On Thursday, news broke that several senators — including the Chair of the Senate Intelligence Committee Richard Burr and Health Committee Member Kelly Loeffler — sold off millions of dollars of stocks in the weeks leading up to government action on the coronavirus. Of these senators, Burr has faced the most blowback both because of his status as the Chair of the Senate Intelligence Committee (and the author of Pandemic Legislation) and because of recently released audio of him privately expressing concerns about the coronavirus. NPR published exclusive audio of Burr, who represents North Carolina, speaking to a private group of North Carolina business leaders who were also donors to Burr.
In this speech, Burr warned the business leaders about the danger of the coronavirus and the potential government actions that may be taken, as well as advised that there would be long-lasting economic impacts. This speech represents a clear collaboration between Burr — and his fellow senators — and big capital. This is proof that elected officials knew about the dangers of the coronavirus much earlier than they let on, and instead of using that information to prepare the public and prevent large-scale death, they used that information to personally profit. While Burr was telling people privately to prepare for something on the scale of the 1918 Spanish Flu, Donald Trump was downplaying the dangers of the virus. For example, in that speech, Burr told the business leaders that travel to Europe may be banned. This was 13 days before the government began to openly warn about European travel and 15 days before travel to Europe was banned.
The private speech is even more damning in light of Burr selling off his personal stocks worth between $628,000 and $1.72 million on a single day in mid-February. This selling off happened just before the mass drop in the markets seen in the past few weeks due to the financial impact of the coronavirus on the U.S. economy. Indeed, only one week after Burr sold off his stocks, the market dropped 30%. This prescient financial decision does not come down to Burr having some sort of psychic information about the markets, but is rather due to his — and other senators — having received private briefings about the coronavirus situation. He then, almost certainly, sold stocks because of this classified information. That act — selling stocks due to privately known confidential information — is called insider trading. It is a felony that is punishable by up to 20 years in prison.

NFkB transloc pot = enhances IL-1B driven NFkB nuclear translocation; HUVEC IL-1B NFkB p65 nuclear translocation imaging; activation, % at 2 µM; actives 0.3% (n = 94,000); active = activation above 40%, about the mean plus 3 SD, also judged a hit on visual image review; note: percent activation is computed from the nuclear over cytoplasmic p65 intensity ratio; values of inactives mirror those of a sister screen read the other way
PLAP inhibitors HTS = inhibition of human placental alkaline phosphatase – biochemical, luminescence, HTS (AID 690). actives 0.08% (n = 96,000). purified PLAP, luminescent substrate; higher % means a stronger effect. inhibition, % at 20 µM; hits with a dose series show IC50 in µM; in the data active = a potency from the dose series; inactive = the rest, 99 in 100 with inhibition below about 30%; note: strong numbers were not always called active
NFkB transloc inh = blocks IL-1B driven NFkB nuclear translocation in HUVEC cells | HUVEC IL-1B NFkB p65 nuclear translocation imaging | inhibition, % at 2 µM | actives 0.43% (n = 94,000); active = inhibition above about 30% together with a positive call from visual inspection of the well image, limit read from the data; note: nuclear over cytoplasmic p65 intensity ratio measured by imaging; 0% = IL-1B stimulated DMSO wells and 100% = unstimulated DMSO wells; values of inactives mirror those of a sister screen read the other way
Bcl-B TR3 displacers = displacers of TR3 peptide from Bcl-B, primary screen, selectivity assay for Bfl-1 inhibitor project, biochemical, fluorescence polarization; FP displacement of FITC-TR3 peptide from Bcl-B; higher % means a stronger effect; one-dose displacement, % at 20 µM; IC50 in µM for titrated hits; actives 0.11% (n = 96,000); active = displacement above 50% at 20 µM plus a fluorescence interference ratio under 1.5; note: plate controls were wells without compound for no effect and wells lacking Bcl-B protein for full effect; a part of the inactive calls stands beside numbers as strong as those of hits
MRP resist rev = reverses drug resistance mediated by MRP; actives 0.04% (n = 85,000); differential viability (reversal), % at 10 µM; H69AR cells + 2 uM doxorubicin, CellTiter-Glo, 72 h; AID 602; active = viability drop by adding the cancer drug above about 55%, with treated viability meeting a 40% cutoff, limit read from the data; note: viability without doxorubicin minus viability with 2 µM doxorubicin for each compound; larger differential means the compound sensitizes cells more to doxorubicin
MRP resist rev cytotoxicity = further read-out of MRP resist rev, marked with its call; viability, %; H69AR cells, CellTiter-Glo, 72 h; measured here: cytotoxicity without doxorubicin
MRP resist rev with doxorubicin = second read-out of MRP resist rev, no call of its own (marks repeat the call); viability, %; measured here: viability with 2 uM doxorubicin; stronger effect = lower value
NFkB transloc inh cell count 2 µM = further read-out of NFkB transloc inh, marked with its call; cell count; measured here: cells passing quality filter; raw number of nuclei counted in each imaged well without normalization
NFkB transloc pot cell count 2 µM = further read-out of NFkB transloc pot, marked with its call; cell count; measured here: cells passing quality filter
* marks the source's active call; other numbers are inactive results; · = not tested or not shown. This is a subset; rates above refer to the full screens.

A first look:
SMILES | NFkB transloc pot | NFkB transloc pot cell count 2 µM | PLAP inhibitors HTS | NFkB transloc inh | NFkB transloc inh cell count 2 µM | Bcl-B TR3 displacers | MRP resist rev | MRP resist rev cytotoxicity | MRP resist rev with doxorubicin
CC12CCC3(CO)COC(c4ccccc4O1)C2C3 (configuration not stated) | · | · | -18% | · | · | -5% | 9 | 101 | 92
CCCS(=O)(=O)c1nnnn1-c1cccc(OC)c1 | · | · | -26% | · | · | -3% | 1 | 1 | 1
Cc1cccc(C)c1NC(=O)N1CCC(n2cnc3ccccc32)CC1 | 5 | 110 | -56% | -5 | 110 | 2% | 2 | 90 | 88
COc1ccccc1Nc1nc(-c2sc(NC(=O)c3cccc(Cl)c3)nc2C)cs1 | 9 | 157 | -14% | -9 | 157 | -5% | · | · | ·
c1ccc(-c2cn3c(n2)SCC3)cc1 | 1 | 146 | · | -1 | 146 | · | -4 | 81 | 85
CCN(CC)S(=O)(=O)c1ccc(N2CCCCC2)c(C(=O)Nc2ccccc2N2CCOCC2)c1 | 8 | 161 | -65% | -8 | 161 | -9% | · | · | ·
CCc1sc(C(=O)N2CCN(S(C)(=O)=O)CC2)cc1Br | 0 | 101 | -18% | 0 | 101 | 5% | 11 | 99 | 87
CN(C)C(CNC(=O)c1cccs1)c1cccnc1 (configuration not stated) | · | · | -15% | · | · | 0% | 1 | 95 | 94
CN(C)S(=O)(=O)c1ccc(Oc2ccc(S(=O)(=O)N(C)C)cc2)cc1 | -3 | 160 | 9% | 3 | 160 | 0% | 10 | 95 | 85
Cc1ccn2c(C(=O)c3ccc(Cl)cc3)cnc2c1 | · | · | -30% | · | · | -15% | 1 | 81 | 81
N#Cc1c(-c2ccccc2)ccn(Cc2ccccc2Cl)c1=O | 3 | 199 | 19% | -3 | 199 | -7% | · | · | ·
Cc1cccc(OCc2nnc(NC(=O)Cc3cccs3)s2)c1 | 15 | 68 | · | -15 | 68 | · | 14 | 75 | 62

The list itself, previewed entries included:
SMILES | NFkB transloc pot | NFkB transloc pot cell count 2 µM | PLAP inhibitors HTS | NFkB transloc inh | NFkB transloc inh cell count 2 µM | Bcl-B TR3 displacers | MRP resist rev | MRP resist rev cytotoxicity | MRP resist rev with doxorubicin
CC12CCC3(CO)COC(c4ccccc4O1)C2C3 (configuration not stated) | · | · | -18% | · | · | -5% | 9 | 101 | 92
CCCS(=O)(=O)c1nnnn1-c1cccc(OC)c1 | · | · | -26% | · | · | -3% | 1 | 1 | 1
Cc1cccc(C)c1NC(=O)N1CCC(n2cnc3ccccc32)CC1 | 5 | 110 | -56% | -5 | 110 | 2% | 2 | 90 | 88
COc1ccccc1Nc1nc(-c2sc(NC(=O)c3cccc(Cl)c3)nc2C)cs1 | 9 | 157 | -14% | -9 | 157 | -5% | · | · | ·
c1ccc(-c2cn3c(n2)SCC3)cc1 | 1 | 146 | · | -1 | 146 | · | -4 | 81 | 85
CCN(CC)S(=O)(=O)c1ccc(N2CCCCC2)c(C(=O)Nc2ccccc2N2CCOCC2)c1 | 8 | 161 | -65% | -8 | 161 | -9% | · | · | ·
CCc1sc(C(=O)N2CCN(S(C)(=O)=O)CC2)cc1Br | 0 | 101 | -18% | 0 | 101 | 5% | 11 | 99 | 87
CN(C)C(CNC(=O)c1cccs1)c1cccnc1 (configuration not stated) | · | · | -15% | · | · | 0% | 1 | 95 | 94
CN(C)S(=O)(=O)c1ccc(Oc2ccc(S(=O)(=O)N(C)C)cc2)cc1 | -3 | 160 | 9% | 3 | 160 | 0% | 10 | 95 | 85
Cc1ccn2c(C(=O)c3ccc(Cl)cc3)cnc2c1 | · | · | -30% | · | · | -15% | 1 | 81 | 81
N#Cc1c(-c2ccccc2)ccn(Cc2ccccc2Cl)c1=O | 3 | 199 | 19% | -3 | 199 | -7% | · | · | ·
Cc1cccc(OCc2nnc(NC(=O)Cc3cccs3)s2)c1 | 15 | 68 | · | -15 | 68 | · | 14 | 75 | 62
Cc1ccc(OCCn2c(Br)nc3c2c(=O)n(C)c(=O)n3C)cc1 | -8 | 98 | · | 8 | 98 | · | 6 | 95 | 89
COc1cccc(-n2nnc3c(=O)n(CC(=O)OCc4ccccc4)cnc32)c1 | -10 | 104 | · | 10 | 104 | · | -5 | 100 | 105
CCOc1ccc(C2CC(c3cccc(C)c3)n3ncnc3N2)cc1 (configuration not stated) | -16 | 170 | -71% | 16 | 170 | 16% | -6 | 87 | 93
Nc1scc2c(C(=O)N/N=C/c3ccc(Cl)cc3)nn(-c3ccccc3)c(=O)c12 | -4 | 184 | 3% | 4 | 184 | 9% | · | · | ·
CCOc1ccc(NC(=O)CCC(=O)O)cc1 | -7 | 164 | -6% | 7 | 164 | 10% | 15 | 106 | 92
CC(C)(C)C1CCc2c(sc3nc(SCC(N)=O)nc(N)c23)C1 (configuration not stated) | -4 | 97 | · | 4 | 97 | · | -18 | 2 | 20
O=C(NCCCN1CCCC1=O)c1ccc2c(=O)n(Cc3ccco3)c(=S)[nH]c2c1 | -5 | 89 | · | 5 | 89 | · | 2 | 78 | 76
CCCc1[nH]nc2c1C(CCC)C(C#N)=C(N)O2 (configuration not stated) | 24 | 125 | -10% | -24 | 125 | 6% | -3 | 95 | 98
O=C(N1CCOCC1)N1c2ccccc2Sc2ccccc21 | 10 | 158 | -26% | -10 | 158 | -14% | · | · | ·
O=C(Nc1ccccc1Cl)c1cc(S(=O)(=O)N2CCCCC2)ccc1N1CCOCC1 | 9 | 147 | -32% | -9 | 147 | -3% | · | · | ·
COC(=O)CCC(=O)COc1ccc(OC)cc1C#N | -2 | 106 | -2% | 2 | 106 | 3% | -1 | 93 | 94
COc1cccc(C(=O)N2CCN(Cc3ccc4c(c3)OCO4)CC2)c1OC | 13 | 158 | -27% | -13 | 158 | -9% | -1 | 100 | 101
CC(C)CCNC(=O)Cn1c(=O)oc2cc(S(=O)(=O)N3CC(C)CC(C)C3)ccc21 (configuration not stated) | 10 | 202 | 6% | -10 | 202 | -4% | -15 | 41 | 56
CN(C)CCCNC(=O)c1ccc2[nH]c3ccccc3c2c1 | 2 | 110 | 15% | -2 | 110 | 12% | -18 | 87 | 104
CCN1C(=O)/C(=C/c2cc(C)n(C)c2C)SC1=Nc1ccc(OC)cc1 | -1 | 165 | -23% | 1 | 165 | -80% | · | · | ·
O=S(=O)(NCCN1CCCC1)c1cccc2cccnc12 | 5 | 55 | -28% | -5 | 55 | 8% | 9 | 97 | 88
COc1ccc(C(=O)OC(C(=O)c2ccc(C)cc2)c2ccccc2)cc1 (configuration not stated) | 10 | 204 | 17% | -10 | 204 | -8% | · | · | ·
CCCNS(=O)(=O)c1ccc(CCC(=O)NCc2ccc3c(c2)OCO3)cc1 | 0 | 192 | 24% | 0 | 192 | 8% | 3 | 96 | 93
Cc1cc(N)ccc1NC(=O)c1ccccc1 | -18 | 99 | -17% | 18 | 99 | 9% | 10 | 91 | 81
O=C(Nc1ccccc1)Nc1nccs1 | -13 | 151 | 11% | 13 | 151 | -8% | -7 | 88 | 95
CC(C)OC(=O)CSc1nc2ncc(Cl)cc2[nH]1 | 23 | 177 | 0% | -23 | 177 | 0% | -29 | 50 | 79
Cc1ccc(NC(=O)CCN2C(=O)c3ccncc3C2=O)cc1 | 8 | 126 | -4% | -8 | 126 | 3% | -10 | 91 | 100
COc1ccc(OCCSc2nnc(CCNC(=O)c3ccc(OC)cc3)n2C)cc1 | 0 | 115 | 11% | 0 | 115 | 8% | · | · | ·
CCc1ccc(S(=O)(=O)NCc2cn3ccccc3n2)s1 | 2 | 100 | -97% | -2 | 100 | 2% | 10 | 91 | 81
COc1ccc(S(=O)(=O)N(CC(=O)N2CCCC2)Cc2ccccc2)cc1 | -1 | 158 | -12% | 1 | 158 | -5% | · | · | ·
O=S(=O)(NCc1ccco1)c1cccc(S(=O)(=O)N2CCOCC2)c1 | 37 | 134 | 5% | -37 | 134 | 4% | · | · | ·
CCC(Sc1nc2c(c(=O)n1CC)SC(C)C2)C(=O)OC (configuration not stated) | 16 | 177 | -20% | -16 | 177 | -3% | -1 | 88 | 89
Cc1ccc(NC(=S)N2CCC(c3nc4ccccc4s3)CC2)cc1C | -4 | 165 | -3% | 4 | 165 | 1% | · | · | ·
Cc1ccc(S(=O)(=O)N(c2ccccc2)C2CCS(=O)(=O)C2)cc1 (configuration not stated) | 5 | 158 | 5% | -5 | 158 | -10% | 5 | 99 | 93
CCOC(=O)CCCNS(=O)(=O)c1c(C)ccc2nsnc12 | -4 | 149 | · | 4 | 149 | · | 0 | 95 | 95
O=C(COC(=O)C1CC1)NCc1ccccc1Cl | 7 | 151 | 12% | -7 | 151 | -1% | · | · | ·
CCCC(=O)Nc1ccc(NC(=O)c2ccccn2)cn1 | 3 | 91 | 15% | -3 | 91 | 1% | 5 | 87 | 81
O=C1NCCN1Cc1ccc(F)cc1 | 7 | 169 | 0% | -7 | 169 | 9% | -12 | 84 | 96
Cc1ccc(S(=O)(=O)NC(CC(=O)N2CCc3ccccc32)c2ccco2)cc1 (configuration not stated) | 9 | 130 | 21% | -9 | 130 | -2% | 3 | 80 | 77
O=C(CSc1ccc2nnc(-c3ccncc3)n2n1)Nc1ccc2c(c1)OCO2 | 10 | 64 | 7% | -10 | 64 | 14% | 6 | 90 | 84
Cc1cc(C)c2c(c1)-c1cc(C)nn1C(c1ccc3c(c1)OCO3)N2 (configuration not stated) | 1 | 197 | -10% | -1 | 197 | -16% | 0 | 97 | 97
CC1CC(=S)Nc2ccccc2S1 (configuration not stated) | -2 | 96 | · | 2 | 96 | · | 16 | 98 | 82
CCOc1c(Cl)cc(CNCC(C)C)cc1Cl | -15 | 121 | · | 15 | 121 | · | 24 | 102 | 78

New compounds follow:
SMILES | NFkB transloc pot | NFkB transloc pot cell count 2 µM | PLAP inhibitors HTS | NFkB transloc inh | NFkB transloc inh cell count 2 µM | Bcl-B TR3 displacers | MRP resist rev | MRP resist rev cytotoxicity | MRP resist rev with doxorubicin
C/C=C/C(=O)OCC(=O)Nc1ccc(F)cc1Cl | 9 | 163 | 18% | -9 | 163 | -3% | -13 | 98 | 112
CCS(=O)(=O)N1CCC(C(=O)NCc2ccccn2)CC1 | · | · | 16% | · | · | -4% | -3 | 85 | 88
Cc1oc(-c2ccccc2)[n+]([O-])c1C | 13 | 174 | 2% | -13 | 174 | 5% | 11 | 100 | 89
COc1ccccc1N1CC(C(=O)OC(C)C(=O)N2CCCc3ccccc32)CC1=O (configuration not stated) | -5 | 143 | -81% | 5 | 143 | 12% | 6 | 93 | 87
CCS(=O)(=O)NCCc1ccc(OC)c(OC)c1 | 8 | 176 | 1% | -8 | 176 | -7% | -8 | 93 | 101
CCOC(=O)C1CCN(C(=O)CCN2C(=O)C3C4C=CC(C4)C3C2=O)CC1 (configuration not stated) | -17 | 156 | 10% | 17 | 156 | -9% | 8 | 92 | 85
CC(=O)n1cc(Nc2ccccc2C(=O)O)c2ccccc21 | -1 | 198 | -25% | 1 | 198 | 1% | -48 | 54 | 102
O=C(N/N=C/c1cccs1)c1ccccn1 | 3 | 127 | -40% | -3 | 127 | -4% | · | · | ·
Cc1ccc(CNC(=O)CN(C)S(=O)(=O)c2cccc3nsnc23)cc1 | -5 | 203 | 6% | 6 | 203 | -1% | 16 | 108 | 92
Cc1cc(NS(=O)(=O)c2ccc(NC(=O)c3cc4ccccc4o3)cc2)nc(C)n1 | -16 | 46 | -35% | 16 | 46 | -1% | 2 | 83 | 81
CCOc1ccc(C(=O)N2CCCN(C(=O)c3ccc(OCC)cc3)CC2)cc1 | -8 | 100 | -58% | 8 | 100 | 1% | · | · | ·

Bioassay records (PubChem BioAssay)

While all of this was going on behind the scenes, publicly Burr co-wrote an op-ed on February 7 in which he said that “the United States today is better prepared than ever before to face emerging public health threats, like the coronavirus.” How interesting, then, that six days later he was selling off his stocks, and 20 days later he was telling business leaders that the virus was “much more aggressive in its transmission than anything that we have seen in recent history.” Burr, of course, is now denying any wrongdoing, claiming that there was no insider trading and that he was simply following publicly available health information. Even if this were true, it is still completely indefensible to privately be selling off stock and advising donors to prepare themselves while publicly saying that the U.S. is the best prepared that it has ever been for a pandemic. If he had spoken out sooner it is likely that the U.S. as a whole and North Carolina specifically would have had more time to prepare for the coronavirus — a crisis for which it is now very clear that the U.S. was ill-prepared.
Burr’s absolute betrayal of both the country and his constituents can also be seen in his privately telling NC business leaders that there will be “times that communities, probably some in North Carolina, have a transmission rate where they say, ‘Let’s close schools for two weeks. Everybody stay home,’” and then making no public statement calling for NC to close schools. The full impacts of the state and federal governments’ slow response to the coronavirus are yet to be seen, but it seems likely that the delay in closing schools has certainly contributed to the spread of the virus. Richard Burr is amongst those responsible for the deaths resulting from all of the government delays.
That Burr (and others) would put their personal financial wealth above the well-being of their constituents does not come as a surprise. We have long known that the elected leaders were in bed with big business and cared nothing for the working people. What the story provides, however, is clear proof that this is the case. No one can deny the unity between congresspeople and the businesses that fund them, and no one can deny that these senators are willing to risk the lives of all of their constituents just to make a quick payout. The coronavirus crisis has taken the mask off of capital and bourgeois politicians to reveal how callous, cruel, and uncaring they truly are.